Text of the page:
LCQ8: New requirement for approval of general building plans
Following is a question by the Hon Abraham Shek Lai-him and a written reply by the Secretary for Development, Mrs Carrie Lam, in the Legislative Council today (March 2):
It is a common practice for consortia of owners or developers to submit applications to the Building Authority for approval of general building plans at an early stage in order to achieve certainty on what can be built upon redevelopment of old buildings under multiple ownership. However, the Building Authority introduced on October 20, 2010, a strict new measure requiring an applicant for building approval to provide particulars and documentary proof of ownership or realistic prospect of control of the land forming the site. Some owners have reflected to me that recently, the Building Authority has gone even further and disapproved building plans whenever the applicant does not already own 100% of the units in the building. These owners further pointed out that the new measures have an immediate adverse effect on owners of old buildings who are contemplating collective sales for redevelopment, as such measures create uncertainty regarding the development potential of the site and may cause the sale prices for the flats concerned to drop. In this connection, will the Government inform this Council:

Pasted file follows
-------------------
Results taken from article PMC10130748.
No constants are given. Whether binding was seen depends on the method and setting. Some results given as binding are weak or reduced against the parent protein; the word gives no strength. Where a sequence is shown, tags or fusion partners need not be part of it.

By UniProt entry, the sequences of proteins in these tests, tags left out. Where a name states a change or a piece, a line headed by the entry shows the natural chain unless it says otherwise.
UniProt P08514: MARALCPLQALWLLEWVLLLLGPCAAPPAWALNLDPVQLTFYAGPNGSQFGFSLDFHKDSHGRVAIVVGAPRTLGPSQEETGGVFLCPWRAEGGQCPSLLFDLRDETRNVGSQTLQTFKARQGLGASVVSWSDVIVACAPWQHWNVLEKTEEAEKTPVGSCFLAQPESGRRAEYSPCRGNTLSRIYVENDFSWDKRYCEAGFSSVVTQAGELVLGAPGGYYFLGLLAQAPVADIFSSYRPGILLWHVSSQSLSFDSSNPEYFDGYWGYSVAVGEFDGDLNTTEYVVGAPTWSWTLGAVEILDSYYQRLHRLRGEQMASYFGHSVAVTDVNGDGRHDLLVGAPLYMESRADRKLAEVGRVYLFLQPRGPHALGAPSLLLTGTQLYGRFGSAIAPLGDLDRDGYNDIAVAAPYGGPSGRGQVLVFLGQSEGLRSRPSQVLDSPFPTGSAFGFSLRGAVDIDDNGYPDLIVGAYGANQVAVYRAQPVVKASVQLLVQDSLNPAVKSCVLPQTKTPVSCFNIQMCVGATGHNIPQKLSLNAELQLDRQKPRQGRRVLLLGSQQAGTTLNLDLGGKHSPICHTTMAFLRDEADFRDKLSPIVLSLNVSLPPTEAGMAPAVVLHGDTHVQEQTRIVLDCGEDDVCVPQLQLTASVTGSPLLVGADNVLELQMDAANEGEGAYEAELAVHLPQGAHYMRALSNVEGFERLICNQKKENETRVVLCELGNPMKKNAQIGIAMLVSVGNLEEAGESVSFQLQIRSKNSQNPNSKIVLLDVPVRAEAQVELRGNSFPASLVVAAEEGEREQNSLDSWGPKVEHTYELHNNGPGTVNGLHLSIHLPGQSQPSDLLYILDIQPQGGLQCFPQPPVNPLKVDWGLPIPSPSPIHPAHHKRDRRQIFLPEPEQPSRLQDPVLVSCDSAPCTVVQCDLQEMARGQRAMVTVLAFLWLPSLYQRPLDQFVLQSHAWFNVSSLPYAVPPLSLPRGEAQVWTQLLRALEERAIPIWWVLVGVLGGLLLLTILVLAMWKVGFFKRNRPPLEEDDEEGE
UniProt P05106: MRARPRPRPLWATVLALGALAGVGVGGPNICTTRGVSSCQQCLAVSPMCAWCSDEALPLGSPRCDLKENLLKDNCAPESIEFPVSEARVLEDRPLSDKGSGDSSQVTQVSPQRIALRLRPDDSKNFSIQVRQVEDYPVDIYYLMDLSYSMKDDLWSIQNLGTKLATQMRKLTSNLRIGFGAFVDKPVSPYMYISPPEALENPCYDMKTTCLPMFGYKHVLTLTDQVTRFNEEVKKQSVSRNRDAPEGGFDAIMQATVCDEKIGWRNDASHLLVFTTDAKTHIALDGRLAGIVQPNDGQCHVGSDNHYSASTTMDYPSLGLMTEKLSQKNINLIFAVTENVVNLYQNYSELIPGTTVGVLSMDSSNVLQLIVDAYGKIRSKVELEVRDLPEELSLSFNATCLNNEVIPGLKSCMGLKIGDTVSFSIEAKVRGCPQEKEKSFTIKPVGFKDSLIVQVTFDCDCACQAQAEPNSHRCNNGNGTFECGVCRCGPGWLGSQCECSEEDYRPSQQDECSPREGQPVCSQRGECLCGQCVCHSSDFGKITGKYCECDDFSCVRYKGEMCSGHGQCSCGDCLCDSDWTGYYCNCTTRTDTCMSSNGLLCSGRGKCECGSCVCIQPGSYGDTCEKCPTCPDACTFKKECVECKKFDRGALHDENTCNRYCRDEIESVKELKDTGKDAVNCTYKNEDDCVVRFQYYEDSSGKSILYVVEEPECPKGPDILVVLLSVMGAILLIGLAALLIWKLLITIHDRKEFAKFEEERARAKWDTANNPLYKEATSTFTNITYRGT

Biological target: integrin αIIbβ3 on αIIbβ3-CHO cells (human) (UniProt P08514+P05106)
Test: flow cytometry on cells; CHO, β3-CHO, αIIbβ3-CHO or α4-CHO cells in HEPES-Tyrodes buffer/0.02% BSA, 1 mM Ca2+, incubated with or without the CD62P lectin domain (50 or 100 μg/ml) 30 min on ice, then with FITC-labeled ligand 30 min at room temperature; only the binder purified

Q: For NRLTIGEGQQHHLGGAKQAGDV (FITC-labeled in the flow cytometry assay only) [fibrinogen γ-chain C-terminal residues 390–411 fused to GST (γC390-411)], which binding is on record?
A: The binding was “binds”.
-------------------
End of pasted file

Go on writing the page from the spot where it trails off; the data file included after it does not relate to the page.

(a) of the reasons and justifications for the Building Authority's introduction of the aforesaid new measure of proof of ownership, which is contrary to its previous practice, and which has not been the subject of any public or industry consultation;